The Brambles on the Branches of a Family Tree [GUEST POST]

Looking up at the branches of a leafless tree against the sky

Every family tree has its secrets. But some just won’t stay hidden, especially when there’s a writer among its branches. (Photo by Jathan Fink, Jadeworks Entertainment)

For as long as we can remember, we’ve loved reading romantic suspense fiction, especially novels filled with deeply buried family secrets. Recently, award-winning author Linda Hughes appeared on our radar, and she’s fearless when it comes to throwing open tightly sealed closet doors and digging up old family skeletons, which makes stories like Secrets of the Island, the second volume in her Secrets trilogy, so delicious. In today’s guest post, find out how her own family tree inspired her to write her latest novel. Enjoy! —J&H

Aunt Mary and Uncle Don weren’t married, because Uncle Don was already married to Aunt Mary’s sister, who was in an “asylum.” Great-grandpa Borden married the hired helper who nursed his first wife during her illness and eventual death. They had an unclear number of children together, leaving the mother of our grandmother in question. A woman named Polly, who no one had ever heard of, was discovered in an abandoned cemetery. She was listed as our great-great-grandfather’s wife. That isn’t the wife we knew about.

Well, go figure. Once we start digging into our family trees all kinds of dirt surfaces.

For years I’ve done memoir writing workshops and helped with ancestry research, and also gave my college students an “ancestry quest” assignment. The things I’ve heard that were discovered! A great-grandmother was a prostitute in Nazi Germany, the only way the widow had of feeding her six children. A young woman found out she was a test-tube baby. An ancestor was filthy rich but left descendants dirt poor.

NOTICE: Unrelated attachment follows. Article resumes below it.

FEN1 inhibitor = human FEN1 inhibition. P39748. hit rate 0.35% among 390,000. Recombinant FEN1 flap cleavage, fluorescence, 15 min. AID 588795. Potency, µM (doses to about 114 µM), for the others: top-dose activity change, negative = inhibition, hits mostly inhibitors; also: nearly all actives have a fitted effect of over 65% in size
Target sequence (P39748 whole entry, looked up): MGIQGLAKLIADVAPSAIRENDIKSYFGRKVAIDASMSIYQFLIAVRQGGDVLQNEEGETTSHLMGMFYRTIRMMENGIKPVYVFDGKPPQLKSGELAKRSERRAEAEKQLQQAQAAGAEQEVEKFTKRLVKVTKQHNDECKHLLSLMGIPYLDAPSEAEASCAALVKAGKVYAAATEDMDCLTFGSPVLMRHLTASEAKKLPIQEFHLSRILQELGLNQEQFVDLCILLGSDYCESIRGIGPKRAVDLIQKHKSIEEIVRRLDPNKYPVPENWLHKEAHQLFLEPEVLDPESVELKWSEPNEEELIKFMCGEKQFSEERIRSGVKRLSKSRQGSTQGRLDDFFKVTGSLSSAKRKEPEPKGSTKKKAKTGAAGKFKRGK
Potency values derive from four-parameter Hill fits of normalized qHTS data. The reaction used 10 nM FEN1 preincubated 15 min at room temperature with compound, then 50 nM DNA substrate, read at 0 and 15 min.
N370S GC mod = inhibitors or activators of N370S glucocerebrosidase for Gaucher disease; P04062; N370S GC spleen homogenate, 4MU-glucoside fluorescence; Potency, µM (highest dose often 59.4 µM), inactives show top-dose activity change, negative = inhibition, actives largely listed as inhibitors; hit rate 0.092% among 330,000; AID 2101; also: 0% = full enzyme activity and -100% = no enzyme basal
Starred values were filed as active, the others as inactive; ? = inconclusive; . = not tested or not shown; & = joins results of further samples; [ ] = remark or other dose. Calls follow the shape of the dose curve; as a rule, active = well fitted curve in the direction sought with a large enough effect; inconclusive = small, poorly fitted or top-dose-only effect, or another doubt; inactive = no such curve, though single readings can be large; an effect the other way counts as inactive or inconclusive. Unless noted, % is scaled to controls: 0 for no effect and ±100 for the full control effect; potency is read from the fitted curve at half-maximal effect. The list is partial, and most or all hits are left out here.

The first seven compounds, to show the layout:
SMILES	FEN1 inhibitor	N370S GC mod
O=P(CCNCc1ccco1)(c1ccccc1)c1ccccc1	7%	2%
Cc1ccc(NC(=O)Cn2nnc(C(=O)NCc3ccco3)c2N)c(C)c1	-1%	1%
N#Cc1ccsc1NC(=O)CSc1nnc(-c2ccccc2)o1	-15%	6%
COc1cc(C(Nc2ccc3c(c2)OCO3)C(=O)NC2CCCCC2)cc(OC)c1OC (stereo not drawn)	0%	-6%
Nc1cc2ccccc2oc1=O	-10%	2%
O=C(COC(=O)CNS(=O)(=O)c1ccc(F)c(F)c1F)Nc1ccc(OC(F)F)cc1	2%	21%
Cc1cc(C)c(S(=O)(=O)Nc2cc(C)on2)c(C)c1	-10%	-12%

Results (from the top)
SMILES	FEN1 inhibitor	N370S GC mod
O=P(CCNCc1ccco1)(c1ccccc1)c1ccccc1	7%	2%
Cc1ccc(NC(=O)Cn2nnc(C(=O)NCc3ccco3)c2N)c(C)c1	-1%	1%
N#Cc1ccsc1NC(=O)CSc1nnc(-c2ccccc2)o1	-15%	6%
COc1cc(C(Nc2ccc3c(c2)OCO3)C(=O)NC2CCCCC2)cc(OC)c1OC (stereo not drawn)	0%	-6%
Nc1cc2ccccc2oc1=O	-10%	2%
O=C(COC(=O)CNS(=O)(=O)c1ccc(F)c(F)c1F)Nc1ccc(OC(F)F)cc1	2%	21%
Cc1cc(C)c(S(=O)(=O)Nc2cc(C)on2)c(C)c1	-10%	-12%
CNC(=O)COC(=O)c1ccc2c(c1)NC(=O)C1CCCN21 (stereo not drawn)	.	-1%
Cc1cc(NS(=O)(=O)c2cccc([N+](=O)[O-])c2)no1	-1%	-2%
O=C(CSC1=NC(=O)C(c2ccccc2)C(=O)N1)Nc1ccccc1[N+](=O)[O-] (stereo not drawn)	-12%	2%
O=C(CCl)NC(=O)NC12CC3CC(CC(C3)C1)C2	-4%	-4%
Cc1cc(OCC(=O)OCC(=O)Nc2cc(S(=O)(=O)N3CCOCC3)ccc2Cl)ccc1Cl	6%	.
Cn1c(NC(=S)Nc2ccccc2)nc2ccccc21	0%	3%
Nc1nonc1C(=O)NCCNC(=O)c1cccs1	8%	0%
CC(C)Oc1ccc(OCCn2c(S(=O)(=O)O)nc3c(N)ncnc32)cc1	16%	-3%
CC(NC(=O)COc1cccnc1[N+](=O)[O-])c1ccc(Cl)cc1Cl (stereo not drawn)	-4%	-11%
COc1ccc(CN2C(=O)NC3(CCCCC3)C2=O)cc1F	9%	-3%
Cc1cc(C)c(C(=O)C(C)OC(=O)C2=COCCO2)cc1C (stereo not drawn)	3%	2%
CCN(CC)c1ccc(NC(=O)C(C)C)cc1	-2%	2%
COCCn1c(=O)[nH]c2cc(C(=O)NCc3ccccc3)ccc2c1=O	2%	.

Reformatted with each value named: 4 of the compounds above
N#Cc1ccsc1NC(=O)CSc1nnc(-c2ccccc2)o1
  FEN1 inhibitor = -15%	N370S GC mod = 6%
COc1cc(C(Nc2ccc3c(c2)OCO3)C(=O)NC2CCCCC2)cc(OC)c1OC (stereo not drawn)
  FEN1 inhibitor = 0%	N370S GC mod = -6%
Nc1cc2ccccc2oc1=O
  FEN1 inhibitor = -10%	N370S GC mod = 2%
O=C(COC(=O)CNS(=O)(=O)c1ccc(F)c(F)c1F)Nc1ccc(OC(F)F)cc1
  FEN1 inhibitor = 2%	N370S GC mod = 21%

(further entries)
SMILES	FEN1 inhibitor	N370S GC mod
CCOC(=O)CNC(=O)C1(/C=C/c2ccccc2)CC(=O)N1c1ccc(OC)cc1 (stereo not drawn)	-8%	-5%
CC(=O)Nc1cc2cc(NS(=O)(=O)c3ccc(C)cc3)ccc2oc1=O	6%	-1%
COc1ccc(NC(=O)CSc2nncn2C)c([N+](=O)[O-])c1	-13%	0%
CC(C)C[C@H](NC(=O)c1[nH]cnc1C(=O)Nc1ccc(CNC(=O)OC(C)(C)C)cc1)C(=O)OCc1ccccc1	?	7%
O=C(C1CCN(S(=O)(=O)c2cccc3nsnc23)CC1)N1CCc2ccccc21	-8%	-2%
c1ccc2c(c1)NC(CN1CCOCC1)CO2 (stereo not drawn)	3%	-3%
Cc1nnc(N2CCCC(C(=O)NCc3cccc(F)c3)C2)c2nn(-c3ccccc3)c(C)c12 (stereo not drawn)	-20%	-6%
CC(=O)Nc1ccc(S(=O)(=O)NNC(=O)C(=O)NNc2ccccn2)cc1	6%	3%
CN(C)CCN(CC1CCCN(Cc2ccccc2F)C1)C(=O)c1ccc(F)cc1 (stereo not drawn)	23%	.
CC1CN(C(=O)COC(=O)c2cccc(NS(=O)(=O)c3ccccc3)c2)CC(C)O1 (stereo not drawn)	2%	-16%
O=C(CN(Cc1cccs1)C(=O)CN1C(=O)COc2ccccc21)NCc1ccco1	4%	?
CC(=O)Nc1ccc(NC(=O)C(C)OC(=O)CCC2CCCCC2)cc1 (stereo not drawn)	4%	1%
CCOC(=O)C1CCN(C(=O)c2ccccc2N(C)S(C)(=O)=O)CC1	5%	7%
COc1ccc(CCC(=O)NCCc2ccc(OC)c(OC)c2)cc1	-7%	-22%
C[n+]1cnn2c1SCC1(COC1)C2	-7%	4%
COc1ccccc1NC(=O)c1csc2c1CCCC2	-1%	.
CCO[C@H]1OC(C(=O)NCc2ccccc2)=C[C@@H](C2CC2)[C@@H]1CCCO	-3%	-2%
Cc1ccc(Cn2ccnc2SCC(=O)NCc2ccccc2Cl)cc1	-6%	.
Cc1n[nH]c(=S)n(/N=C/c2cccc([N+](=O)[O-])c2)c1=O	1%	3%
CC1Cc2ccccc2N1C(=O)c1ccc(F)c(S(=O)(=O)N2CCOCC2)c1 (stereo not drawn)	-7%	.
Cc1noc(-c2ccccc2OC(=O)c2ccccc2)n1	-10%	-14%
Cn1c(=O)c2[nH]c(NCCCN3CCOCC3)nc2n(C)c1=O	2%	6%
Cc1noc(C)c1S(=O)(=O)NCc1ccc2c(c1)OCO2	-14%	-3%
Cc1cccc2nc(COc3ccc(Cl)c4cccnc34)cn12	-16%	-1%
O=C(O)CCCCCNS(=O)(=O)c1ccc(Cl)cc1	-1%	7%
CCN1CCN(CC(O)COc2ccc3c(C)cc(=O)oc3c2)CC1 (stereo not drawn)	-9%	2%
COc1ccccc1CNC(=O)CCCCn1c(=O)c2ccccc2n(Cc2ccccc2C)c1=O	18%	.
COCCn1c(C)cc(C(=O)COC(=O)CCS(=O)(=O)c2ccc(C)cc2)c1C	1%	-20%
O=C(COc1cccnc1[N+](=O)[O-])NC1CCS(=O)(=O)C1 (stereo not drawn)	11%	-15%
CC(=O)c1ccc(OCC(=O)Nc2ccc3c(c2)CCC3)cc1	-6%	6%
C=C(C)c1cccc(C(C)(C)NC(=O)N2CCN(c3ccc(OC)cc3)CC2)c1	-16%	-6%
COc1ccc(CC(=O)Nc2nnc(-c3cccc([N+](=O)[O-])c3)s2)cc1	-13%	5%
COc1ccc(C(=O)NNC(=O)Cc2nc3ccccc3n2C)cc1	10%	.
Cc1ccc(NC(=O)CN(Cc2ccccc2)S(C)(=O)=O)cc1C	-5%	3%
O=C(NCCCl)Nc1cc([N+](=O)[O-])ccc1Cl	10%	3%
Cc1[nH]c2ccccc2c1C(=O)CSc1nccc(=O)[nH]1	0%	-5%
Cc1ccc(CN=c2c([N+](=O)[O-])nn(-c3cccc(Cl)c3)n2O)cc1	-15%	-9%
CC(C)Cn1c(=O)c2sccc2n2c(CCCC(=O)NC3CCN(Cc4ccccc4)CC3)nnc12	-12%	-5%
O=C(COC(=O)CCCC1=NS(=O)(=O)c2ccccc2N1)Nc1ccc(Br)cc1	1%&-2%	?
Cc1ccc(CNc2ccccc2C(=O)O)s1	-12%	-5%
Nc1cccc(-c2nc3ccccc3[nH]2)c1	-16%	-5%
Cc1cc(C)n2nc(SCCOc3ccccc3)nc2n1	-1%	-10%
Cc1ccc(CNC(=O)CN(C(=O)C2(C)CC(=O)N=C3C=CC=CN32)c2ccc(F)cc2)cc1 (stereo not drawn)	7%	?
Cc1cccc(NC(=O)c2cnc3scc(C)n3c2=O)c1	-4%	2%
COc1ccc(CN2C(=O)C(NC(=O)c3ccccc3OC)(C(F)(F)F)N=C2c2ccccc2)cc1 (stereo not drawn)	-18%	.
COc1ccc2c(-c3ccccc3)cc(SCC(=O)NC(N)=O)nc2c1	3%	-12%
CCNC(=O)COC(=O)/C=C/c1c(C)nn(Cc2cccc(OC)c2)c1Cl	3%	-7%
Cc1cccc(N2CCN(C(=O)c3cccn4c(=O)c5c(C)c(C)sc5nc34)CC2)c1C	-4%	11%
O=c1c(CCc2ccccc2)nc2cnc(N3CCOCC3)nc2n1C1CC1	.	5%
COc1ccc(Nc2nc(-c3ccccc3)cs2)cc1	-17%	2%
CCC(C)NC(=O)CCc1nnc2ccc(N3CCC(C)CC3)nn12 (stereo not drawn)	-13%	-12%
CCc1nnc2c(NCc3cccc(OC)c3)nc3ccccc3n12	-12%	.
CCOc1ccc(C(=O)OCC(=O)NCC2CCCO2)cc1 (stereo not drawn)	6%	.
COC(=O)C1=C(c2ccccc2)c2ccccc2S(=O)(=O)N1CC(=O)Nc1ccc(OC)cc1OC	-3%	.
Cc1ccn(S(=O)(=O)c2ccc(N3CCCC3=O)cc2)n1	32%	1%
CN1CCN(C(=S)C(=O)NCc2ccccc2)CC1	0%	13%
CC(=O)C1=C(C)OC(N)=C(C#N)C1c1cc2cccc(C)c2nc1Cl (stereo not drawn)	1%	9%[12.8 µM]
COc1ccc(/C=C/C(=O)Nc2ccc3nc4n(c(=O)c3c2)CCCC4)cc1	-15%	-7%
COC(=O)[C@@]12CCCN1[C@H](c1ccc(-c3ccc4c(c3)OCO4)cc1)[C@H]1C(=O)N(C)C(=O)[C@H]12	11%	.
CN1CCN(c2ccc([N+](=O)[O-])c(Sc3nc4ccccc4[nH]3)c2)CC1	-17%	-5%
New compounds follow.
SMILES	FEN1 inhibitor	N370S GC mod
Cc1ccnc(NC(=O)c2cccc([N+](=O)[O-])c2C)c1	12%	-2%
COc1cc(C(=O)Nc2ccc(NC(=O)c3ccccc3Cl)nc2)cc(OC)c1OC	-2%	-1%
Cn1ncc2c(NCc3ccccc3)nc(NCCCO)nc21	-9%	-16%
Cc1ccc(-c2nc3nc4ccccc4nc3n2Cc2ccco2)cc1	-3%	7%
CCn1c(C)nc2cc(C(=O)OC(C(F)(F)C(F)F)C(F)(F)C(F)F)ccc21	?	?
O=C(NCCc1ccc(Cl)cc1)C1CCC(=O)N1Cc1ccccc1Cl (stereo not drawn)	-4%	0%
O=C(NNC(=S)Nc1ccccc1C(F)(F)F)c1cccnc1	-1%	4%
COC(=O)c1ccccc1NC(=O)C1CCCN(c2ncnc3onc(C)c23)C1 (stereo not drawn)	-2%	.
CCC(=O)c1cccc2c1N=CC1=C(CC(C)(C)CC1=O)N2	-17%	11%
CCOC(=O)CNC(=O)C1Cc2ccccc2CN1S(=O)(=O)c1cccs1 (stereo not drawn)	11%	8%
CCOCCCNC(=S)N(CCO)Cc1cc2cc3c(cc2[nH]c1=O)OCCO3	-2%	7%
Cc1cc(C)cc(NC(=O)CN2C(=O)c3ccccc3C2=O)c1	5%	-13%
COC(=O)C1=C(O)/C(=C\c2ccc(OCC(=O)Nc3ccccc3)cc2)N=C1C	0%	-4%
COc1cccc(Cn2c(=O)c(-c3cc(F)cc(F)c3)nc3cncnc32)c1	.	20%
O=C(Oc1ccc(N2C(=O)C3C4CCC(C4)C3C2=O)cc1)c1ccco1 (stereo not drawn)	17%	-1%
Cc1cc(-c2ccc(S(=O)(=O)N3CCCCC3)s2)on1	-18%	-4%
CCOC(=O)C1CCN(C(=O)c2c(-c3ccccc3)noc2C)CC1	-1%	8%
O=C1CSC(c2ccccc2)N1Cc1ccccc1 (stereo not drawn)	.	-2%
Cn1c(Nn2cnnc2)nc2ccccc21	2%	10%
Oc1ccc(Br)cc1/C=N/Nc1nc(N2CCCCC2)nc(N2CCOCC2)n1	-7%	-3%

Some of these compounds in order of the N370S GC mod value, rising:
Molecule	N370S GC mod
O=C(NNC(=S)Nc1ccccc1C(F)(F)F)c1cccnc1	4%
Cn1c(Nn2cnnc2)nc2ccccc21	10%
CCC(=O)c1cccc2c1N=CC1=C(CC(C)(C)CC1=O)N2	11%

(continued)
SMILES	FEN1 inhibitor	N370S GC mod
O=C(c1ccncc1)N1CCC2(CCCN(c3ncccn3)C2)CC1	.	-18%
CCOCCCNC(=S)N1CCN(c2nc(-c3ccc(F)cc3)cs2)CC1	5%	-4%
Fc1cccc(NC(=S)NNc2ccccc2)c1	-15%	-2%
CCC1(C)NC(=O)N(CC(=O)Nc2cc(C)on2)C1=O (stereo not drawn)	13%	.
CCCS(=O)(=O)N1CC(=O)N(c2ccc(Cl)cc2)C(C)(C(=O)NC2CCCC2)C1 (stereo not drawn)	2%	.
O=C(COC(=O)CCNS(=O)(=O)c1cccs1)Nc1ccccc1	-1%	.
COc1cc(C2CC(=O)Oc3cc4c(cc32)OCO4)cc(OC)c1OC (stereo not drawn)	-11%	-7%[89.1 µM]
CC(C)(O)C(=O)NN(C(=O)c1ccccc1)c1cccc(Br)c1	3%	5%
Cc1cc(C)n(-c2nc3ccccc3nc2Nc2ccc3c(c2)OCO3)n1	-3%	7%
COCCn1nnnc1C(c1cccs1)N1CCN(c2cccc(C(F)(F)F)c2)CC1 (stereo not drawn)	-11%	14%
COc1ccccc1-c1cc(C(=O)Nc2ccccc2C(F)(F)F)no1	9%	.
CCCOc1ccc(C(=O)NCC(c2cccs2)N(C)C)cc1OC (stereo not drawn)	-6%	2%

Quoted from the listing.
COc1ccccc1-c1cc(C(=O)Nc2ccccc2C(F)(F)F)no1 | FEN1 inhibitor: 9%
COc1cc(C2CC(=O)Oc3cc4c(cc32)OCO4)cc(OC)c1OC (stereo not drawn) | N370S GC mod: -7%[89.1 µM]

All those real-life stories couldn’t help but cultivate my interest in the mysteries of ancestry, which led to my Secrets trilogy of romantic suspense novels, as well as other historical fiction books I’ve written.

My most curious discovery has been that question about my grandmother’s parentage. Her father’s first wife was Mary Elizabeth, but was known as Lizzie. According to my grandmother, now deceased, so I can’t ask her again, that was her mother. Her stepmother, she said, her father’s second wife, hated her. That woman’s name was Elizabeth. Confusing.

However, grandma’s birth certificate, which we found after her death, says that wife #2, Elizabeth, was her mother. Then we found a form saying her birth certificate had been changed a year after her birth, with two neighbor witnesses. That form is dated the same day as the birth certificate we found. We have no idea what the original one said or why it was changed.

That brings up all kinds of obvious questions. Did the original list a different mother? Or a different birth date? Were her father and wife #2 hiding something?

We don’t know, and deep digging hasn’t come up with an original birth certificate so we can find out. Ah, the brambles on the branches of family trees.